During regular dental exams, your dentist likely will check for signs of bruxism.
If you have any signs, your dentist looks for changes in your teeth and mouth over the next several visits to see if the process is progressive and to determine whether you need treatment.
Determining the cause
If your dentist suspects that you have bruxism, he or she tries to determine its cause by asking questions about your general dental health, medications, daily routines and sleep habits.
To evaluate the extent of bruxism, your dentist may check for:
- Tenderness in your jaw muscles
- Obvious dental abnormalities, such as broken or missing teeth
- Other damage to your teeth, the underlying bone and the inside of your cheeks, usually with the help of X-rays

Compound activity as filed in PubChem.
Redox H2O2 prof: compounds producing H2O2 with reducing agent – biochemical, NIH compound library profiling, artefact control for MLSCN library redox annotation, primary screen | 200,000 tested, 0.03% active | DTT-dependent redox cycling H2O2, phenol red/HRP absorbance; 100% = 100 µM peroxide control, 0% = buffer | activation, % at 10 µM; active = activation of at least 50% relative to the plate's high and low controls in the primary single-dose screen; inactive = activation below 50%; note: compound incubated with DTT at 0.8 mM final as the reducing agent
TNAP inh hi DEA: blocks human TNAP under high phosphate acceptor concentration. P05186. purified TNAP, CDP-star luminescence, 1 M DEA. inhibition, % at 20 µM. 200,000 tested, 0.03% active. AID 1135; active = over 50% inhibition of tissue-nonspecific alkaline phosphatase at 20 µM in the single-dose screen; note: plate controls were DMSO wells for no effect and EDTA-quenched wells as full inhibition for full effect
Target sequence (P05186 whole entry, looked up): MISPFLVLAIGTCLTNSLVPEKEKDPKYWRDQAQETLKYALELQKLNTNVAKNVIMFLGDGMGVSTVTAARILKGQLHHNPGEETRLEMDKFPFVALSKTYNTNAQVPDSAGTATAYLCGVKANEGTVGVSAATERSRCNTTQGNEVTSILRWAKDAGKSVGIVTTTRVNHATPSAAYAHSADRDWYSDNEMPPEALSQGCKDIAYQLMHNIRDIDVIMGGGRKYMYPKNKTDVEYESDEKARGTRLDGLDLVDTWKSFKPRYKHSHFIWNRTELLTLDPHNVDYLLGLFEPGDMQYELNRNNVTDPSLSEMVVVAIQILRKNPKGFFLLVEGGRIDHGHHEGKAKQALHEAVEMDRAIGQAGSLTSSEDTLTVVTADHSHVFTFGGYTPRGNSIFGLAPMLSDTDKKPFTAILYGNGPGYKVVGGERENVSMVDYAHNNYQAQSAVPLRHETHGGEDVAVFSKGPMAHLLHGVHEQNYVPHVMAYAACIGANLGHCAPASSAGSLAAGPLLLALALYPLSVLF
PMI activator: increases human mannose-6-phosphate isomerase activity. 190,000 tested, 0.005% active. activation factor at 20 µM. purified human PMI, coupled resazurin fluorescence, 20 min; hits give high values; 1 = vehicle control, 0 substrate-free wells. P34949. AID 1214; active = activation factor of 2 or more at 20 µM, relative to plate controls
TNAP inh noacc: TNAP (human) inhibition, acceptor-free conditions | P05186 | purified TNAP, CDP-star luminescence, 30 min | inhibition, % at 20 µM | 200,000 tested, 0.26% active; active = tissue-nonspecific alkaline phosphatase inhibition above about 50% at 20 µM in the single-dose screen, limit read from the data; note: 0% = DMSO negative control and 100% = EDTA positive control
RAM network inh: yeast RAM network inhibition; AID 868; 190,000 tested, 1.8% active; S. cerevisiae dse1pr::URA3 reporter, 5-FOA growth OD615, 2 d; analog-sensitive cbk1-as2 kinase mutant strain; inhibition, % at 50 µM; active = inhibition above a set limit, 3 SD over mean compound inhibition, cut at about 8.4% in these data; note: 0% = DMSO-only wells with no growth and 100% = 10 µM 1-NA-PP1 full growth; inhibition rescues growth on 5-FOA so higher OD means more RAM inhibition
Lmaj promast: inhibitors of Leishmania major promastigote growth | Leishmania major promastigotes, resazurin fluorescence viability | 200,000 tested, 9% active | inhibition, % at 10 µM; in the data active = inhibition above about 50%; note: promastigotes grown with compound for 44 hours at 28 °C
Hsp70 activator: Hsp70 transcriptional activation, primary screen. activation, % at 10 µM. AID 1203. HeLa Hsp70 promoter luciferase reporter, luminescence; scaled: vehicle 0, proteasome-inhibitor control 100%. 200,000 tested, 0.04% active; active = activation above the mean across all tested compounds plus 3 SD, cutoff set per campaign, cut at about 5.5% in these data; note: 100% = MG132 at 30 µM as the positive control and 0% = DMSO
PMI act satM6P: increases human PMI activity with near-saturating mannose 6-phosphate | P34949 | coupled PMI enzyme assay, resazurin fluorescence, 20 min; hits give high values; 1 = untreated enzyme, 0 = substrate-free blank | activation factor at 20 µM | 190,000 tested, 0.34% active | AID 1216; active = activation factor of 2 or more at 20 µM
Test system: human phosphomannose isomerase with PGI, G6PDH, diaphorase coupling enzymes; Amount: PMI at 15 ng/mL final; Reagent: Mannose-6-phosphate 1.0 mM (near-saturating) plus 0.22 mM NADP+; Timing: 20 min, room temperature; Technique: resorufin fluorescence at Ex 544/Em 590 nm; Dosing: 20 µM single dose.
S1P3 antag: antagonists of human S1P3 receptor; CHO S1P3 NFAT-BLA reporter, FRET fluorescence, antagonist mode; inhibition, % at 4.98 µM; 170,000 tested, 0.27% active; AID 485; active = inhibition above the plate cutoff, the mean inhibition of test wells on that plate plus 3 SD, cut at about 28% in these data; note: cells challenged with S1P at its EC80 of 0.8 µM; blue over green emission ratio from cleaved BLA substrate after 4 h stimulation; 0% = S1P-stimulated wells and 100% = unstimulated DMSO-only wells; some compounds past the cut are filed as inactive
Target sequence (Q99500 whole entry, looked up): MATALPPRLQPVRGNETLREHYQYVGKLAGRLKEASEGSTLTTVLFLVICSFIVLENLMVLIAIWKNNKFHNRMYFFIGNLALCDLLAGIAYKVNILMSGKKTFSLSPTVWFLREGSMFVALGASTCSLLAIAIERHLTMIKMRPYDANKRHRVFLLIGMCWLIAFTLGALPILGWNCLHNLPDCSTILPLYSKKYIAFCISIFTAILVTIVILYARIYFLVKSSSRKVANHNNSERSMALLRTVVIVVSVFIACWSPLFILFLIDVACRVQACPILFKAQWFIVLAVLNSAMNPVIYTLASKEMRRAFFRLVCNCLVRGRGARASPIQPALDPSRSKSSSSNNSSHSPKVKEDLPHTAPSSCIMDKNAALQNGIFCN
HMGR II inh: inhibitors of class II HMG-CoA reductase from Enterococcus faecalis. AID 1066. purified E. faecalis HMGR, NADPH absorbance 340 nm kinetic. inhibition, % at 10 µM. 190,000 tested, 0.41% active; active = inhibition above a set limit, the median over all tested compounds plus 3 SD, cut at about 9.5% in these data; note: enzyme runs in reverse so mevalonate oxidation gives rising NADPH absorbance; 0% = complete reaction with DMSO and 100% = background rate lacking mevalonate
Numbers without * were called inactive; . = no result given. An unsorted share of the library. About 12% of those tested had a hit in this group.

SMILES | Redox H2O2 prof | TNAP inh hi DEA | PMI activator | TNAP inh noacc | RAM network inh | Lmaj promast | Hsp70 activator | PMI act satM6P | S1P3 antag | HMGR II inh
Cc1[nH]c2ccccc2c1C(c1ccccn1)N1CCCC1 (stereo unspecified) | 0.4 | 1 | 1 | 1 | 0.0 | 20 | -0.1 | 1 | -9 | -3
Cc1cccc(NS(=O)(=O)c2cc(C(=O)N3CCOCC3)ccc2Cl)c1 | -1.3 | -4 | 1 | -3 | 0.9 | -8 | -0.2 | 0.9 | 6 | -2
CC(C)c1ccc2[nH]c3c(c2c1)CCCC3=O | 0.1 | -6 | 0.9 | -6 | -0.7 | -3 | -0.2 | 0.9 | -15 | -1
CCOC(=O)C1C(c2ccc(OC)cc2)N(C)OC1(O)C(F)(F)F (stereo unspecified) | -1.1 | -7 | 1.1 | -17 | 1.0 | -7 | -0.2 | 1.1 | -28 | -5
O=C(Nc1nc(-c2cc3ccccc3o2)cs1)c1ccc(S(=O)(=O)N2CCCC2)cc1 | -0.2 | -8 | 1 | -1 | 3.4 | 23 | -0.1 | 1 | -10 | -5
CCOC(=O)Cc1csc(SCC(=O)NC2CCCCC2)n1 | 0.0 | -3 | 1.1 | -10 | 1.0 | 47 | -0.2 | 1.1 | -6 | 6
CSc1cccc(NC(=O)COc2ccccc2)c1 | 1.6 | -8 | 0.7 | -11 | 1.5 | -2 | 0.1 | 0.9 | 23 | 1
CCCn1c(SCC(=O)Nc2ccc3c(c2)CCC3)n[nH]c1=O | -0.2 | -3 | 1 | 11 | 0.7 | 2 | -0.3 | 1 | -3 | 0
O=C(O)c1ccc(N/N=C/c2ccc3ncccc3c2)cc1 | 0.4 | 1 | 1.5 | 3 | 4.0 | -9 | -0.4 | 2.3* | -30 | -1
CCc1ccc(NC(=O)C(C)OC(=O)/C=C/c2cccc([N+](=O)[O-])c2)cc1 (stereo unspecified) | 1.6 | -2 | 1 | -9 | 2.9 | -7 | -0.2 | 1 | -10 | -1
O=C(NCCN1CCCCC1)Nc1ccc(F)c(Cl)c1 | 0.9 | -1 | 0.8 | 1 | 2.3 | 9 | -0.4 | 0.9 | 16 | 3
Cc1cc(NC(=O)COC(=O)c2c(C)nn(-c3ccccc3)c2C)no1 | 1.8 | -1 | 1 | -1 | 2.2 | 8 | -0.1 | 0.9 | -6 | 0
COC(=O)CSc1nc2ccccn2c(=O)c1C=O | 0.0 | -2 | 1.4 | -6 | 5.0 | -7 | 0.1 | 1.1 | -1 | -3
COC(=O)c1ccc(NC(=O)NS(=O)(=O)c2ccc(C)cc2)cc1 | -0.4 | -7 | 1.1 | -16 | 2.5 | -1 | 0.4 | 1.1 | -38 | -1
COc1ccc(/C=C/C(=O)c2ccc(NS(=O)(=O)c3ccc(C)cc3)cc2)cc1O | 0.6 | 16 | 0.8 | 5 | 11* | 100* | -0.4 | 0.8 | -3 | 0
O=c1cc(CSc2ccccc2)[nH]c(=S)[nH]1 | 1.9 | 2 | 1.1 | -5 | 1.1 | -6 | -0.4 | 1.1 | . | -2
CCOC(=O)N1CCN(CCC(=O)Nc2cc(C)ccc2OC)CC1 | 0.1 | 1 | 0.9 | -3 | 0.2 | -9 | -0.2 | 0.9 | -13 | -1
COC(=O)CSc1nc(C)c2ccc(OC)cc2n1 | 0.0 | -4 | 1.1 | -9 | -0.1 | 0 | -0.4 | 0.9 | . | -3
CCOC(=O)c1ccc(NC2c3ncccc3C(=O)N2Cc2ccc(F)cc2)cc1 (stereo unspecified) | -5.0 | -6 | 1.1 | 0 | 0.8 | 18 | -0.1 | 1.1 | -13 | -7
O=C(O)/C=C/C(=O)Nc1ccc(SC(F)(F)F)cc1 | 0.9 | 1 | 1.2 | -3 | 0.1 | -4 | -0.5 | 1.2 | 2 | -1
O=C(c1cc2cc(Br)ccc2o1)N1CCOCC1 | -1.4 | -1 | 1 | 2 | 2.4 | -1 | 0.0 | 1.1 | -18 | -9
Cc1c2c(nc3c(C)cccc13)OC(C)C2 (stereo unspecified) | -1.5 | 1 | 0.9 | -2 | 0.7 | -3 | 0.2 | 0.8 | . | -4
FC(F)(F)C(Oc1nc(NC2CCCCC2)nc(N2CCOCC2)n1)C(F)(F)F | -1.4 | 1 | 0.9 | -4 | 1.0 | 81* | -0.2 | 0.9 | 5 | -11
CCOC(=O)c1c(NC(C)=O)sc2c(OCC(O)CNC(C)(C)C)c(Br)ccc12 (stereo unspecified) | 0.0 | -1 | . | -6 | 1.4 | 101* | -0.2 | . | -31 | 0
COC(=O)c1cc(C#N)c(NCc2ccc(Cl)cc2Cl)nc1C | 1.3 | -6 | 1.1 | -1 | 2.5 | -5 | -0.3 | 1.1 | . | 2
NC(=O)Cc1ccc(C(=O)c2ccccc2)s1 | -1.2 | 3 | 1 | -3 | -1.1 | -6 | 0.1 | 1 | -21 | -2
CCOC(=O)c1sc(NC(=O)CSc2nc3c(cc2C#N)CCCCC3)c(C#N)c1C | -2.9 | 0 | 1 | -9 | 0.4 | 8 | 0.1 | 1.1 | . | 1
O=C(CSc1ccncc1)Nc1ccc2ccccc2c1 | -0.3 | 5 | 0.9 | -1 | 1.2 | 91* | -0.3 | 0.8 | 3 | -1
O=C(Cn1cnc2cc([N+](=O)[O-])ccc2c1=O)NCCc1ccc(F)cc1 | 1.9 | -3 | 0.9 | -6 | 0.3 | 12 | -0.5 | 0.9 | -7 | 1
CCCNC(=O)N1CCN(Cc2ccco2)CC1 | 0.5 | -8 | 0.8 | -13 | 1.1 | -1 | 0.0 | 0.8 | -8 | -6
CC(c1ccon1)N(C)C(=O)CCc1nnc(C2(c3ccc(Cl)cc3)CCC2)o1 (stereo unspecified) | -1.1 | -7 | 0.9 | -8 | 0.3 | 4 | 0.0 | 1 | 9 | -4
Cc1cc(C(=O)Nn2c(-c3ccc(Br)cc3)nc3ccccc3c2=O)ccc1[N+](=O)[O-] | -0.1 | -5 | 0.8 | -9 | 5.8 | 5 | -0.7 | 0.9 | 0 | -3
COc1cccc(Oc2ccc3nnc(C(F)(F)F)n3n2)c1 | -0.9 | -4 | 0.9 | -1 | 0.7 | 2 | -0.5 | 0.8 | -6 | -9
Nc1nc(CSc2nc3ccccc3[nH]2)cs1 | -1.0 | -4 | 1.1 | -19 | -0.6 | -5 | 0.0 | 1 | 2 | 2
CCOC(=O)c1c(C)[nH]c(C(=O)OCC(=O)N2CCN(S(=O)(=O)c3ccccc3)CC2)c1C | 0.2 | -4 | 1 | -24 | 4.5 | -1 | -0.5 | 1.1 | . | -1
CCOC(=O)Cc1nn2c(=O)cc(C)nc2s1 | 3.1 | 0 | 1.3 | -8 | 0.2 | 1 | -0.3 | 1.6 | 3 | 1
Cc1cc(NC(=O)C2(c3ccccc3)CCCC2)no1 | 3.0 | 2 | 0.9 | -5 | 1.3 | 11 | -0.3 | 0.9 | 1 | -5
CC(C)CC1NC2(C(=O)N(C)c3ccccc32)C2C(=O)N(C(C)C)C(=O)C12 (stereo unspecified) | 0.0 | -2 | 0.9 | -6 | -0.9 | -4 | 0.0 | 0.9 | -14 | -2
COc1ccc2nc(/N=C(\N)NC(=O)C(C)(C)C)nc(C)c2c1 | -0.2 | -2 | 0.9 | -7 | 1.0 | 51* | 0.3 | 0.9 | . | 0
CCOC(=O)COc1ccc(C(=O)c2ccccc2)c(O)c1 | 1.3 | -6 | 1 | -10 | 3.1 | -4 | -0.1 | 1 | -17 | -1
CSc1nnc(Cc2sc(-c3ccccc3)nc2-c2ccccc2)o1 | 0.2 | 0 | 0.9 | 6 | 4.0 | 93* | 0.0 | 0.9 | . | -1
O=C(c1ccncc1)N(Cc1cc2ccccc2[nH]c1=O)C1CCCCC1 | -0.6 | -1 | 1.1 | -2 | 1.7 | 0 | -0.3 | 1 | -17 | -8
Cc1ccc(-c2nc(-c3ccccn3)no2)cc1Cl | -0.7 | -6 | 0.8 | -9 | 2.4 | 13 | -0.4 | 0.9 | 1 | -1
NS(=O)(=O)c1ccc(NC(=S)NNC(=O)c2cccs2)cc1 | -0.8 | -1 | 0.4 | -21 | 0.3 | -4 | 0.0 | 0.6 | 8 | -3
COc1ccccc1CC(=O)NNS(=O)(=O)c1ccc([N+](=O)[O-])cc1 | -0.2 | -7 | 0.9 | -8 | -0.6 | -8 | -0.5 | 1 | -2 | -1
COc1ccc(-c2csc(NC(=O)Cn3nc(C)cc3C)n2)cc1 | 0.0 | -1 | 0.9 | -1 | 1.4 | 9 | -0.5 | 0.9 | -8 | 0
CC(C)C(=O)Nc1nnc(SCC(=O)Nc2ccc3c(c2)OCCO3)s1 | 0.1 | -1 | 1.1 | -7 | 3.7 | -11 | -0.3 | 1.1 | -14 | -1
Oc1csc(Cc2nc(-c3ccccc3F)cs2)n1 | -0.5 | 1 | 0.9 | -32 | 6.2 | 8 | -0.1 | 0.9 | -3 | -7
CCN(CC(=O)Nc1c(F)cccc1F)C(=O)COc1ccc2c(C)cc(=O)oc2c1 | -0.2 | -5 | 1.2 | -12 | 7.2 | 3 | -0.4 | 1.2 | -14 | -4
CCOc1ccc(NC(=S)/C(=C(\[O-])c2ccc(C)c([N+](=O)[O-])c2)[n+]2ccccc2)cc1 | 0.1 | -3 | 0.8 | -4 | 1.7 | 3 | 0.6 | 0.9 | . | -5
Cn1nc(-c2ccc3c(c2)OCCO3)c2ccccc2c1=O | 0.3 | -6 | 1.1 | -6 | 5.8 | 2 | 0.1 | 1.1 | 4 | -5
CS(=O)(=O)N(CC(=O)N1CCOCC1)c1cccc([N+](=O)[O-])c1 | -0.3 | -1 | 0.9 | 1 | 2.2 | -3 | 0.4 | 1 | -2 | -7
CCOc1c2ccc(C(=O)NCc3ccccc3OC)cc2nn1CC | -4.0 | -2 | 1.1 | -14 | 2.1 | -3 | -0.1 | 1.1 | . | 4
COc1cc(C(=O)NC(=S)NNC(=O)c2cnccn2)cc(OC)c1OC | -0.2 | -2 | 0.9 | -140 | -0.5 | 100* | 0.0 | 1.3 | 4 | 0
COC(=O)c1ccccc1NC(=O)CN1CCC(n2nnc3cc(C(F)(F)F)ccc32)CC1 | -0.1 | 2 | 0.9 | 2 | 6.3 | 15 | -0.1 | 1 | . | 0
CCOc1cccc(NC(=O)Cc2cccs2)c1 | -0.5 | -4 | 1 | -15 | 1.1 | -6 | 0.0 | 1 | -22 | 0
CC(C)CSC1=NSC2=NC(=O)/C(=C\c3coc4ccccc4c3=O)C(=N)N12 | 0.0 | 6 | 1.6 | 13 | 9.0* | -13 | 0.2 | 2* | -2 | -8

A dental exam may detect other disorders that can cause similar jaw or ear pain, such as temporomandibular joint (TMJ) disorders, other dental problems or health conditions.
If your bruxism seems to be related to major sleep issues, your doctor may recommend a sleep medicine specialist. A sleep medicine specialist can conduct more tests, such as a sleep study that will assess for episodes of teeth grinding and determine if you have sleep apnea or other sleep disorders.
If anxiety or other psychological issues seem related to your teeth grinding, you may be referred to a licensed therapist or counselor.